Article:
The Manhattan Phone rings. Bian answers. It’s Laurie. She tells her to run. “They’re coming from the sky. Get inside!” The first squid goes right through Trieu’s hand. Bian and Angela hide in the phone booth. The frozen squid perforate cop cars. Angela grabs a shield, and runs, using it as an umbrella. Bian hides in the phone booth. The quantum centrifuge falls out of the sky onto Trieu’s head. I’m guessing Bian didn’t make it out of that one either. Angela takes refuge inside the Dreamland Theater. Will is inside, in his old seat. Angela sits across from him. On the stage, her children sleep among the set pieces of Oklahoma. Will apologizes about Jon’s death. He’s not sorry about Trieu’s death. He tells her making a deal with Trieu was Jon’s idea, back when he first introduced himself to Will. Will and Angela discuss masks, mirroring Ozymandias’s conversation with the Games Warden earlier this episode of Watchmen. He disagrees with Ozymandias, saying a masks keep in the fear and the pain. He says, “You can’t heal under a mask. Wounds need air.”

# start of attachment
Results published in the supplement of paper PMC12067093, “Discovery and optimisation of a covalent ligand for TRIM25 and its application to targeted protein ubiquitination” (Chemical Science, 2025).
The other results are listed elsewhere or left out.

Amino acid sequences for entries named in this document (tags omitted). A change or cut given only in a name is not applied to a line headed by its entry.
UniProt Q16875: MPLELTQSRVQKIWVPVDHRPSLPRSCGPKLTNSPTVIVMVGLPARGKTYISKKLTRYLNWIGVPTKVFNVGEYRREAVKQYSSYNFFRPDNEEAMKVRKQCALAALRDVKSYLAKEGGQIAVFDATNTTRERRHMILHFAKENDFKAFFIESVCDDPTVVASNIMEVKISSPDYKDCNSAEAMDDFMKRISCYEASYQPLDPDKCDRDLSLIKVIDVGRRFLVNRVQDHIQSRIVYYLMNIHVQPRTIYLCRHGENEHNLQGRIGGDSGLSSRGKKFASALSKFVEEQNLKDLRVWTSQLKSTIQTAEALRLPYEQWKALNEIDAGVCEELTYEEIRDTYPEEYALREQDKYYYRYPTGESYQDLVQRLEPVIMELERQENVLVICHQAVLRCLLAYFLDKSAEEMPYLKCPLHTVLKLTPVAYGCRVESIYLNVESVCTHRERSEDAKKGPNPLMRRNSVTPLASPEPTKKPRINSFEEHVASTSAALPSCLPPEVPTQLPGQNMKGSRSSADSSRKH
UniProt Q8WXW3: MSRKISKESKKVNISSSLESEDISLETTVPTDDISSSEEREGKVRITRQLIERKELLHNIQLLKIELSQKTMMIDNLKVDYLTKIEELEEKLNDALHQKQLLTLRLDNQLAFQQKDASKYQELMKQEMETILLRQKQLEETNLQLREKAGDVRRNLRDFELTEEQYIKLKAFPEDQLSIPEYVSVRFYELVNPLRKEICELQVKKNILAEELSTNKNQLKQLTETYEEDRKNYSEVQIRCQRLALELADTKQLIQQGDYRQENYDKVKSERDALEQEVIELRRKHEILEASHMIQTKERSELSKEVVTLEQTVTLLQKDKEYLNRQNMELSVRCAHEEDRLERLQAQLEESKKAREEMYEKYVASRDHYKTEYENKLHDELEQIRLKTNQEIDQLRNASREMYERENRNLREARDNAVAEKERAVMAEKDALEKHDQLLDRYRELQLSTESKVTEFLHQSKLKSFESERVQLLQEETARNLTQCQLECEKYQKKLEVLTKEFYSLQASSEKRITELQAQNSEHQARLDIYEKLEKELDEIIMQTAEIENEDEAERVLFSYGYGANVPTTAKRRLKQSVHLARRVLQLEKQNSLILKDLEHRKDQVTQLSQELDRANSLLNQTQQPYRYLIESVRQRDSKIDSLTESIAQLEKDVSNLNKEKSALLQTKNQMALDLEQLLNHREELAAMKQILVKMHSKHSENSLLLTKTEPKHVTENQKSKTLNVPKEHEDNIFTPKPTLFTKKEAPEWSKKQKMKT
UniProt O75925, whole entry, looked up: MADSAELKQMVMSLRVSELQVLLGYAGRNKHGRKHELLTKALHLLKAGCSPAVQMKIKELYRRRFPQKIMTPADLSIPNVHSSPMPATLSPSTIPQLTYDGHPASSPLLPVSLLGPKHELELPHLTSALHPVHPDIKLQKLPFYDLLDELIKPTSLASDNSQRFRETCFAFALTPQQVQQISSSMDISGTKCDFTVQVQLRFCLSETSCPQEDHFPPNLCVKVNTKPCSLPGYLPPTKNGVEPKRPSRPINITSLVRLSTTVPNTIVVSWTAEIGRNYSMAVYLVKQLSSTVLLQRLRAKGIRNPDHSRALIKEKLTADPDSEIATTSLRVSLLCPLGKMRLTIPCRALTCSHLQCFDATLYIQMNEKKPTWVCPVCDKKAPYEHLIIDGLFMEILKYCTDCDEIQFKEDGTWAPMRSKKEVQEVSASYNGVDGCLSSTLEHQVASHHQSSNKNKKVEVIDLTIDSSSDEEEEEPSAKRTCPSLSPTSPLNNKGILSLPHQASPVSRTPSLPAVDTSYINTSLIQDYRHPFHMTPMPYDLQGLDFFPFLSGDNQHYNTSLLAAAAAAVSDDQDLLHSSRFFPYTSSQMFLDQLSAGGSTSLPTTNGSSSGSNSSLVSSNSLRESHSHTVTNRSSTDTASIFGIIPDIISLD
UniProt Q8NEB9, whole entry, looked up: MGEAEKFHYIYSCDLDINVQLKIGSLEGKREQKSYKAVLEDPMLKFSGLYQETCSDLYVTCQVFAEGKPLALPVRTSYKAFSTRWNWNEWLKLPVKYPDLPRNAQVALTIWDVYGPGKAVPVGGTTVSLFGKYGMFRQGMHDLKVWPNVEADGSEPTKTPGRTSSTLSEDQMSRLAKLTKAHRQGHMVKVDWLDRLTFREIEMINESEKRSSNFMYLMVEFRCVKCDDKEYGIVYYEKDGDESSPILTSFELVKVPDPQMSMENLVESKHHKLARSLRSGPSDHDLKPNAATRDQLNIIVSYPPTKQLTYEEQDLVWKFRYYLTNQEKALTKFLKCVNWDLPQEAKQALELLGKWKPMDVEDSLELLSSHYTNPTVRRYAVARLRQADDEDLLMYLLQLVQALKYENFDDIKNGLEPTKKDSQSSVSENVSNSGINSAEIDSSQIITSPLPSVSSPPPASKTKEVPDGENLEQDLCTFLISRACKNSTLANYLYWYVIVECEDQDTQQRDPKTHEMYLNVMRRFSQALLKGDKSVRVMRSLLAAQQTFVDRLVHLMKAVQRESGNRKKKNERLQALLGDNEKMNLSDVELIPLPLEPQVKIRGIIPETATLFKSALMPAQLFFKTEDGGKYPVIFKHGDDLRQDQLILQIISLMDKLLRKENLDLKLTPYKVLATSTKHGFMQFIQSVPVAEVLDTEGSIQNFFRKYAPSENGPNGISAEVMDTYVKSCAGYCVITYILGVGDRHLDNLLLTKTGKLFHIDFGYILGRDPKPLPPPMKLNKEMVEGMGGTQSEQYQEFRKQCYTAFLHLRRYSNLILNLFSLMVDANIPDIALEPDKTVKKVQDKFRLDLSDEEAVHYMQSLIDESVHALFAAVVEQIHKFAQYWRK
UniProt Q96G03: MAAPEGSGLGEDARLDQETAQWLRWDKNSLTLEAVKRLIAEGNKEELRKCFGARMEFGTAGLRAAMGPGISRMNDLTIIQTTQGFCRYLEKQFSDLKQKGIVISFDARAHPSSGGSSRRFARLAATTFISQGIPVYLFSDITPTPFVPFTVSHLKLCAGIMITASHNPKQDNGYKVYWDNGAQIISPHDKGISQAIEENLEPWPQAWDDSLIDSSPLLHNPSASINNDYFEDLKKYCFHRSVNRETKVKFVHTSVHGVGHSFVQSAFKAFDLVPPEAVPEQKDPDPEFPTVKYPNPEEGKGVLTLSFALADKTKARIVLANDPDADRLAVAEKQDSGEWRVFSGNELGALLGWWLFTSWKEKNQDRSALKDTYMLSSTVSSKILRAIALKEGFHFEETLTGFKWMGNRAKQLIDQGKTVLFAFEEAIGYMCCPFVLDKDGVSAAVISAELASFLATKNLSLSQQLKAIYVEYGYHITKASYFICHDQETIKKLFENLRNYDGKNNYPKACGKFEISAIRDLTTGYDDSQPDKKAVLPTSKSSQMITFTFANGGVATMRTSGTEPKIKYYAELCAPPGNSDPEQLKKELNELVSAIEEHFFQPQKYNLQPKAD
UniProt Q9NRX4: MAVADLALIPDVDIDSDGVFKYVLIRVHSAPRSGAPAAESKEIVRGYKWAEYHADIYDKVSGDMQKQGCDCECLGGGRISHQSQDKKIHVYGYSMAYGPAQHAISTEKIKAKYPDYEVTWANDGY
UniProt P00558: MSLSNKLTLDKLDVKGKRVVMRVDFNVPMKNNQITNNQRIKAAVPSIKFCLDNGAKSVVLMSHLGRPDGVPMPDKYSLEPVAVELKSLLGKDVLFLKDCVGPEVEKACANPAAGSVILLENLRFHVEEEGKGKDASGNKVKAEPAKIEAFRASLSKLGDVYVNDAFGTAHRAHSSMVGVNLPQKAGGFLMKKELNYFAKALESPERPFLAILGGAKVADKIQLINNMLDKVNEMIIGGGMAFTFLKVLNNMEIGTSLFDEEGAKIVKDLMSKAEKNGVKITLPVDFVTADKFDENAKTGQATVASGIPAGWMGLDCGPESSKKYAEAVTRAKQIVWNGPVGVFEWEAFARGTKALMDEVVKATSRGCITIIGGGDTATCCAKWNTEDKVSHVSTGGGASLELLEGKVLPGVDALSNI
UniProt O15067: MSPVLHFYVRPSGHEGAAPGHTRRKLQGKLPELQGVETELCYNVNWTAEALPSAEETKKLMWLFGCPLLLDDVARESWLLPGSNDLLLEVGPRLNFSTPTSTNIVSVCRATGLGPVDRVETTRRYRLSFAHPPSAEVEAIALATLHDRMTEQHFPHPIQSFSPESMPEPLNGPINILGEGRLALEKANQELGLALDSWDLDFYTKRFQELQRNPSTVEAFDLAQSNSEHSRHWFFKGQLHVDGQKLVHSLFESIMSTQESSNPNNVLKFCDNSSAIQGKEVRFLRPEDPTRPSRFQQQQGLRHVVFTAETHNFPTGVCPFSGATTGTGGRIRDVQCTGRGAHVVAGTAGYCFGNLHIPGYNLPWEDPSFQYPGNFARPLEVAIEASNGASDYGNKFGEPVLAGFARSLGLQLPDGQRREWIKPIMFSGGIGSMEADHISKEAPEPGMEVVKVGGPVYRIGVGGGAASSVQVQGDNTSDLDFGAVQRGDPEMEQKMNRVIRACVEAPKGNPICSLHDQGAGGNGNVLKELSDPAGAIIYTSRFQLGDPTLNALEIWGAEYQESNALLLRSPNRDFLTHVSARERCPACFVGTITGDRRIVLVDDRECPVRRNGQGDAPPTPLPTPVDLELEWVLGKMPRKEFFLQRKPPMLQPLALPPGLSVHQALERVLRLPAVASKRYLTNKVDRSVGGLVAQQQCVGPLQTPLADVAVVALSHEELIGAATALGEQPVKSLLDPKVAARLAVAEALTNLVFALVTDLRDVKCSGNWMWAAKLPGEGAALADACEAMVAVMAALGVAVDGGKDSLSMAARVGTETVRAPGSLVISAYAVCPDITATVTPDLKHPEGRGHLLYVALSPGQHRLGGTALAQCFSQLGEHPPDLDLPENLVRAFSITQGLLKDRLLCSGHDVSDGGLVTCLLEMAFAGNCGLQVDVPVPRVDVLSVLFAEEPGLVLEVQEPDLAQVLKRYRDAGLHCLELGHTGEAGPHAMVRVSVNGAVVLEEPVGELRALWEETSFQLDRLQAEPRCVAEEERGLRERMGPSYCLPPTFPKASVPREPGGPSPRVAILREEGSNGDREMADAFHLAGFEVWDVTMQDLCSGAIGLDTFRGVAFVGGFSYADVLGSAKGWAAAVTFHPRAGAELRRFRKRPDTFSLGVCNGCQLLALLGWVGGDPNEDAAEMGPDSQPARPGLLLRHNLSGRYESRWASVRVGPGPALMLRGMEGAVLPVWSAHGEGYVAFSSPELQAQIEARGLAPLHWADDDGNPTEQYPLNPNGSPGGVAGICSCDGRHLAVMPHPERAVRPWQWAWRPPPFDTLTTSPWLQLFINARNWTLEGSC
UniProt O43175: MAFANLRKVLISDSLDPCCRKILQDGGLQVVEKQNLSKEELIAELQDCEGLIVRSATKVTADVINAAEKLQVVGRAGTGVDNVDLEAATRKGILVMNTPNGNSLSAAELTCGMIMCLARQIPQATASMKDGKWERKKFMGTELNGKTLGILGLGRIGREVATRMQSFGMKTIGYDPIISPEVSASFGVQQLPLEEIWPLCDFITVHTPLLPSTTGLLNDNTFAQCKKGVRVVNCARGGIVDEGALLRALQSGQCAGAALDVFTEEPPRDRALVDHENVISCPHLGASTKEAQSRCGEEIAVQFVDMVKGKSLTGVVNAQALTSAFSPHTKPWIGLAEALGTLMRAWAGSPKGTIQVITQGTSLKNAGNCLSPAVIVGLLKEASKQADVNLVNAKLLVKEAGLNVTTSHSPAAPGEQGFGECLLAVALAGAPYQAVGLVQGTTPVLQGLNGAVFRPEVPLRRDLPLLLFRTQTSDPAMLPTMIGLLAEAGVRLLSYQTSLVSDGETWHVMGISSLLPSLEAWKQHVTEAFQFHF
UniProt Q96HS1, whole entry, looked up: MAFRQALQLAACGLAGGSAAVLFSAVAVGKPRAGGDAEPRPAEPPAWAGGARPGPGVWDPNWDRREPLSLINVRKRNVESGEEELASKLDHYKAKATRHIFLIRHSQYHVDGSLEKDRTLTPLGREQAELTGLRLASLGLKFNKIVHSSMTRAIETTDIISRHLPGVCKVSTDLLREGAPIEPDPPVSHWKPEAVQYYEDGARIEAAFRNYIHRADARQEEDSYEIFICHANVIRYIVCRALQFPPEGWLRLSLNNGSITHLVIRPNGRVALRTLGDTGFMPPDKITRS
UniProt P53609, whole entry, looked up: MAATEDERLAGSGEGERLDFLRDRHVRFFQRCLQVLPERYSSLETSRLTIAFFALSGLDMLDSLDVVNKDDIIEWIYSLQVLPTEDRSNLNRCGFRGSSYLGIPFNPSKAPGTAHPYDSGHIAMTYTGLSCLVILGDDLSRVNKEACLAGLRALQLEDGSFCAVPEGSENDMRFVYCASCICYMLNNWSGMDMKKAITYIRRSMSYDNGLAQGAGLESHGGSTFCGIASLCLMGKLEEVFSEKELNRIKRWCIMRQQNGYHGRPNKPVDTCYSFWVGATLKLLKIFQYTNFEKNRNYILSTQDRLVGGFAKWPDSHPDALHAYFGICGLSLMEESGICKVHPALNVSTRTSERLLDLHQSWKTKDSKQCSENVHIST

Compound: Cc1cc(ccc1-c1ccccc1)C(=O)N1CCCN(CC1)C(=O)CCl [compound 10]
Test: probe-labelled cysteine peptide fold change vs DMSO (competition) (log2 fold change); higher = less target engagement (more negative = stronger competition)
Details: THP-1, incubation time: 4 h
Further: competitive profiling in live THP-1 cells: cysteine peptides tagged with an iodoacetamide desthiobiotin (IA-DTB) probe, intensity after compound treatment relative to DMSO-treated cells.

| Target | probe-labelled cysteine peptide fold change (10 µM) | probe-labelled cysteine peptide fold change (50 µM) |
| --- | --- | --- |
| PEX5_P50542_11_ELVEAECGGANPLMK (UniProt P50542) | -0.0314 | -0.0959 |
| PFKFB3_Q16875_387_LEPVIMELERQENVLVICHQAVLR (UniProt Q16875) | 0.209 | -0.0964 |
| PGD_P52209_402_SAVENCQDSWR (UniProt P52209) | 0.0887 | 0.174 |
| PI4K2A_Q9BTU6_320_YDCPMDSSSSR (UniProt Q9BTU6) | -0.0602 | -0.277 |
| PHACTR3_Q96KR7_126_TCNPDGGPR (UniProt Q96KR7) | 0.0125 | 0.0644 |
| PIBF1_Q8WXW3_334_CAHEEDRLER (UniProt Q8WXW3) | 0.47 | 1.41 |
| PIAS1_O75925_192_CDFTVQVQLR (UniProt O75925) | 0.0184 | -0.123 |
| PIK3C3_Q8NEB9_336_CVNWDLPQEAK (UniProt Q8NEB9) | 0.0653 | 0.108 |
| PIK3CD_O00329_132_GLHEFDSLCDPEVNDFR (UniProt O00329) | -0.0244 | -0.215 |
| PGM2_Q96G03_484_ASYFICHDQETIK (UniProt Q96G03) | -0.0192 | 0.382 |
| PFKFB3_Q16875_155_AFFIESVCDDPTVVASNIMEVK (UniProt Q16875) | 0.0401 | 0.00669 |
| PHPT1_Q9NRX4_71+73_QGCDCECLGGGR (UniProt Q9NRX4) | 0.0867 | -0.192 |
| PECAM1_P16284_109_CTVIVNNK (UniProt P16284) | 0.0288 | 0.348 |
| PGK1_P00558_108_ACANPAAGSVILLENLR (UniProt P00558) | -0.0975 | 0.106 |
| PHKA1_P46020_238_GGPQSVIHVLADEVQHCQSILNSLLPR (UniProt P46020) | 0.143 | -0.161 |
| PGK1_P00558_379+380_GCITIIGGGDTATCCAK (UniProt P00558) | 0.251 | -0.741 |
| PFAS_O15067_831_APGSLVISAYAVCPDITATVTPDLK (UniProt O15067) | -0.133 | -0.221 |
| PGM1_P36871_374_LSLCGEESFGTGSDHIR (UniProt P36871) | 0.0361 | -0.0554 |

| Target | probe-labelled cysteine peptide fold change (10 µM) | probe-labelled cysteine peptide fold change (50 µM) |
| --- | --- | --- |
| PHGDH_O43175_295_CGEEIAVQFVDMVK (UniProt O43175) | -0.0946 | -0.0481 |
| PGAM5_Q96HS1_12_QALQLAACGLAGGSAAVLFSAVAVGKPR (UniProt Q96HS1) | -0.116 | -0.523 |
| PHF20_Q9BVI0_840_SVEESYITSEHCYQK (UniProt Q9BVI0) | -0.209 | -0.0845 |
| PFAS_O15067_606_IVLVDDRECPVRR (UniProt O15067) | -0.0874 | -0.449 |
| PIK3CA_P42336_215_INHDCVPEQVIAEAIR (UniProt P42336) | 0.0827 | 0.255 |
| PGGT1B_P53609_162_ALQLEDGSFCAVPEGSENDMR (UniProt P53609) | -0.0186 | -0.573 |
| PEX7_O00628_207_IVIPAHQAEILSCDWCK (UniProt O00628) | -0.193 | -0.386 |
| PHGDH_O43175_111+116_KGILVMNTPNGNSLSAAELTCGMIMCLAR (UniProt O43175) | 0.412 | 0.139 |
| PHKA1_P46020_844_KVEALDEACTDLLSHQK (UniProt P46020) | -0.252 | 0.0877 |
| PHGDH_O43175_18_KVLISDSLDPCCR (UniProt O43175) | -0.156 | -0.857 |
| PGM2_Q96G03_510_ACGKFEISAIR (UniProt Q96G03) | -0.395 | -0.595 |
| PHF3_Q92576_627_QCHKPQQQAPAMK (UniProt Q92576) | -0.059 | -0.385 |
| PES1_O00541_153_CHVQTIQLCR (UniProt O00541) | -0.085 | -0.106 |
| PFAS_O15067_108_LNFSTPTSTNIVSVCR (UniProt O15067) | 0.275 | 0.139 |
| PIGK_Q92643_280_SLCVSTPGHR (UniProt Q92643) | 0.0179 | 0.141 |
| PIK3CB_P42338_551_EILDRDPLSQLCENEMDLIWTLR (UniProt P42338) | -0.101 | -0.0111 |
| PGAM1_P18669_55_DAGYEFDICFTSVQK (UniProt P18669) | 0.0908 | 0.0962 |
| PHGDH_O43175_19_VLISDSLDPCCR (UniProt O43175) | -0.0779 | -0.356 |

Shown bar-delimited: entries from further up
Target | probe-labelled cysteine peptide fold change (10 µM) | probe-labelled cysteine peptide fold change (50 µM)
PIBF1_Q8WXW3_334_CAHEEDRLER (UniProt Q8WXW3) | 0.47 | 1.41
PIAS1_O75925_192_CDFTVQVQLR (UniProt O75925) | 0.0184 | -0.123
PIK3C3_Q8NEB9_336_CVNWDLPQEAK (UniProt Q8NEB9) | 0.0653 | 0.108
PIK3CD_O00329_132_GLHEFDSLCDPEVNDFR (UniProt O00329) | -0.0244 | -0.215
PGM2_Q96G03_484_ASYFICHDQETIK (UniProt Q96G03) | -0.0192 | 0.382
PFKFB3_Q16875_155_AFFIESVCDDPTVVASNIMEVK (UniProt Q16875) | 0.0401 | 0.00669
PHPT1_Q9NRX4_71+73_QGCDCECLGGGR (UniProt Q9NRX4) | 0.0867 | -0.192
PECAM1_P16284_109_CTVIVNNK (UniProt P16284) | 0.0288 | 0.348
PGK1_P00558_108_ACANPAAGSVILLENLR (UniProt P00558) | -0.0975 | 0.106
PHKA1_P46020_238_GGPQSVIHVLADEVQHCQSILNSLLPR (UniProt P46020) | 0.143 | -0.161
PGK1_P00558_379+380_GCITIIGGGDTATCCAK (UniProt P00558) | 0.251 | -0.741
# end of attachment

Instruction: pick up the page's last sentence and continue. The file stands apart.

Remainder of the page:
Will then gives her a clue as to what comes next for Angela with “You can’t make an omelette without breaking a couple of eggs.” He said Manhattan said she’d understand. She doesn’t. Angela invites him to stay with her “just for a couple of nights” though I don’t think either of them believe that he’ll only be there a couple of nights. But Angela has her fear of being left behind, ever since her parents’ death, and even now can’t bring herself to fully commit verbally to having Will stay. And Will is a lot like his granddaughter int that regard.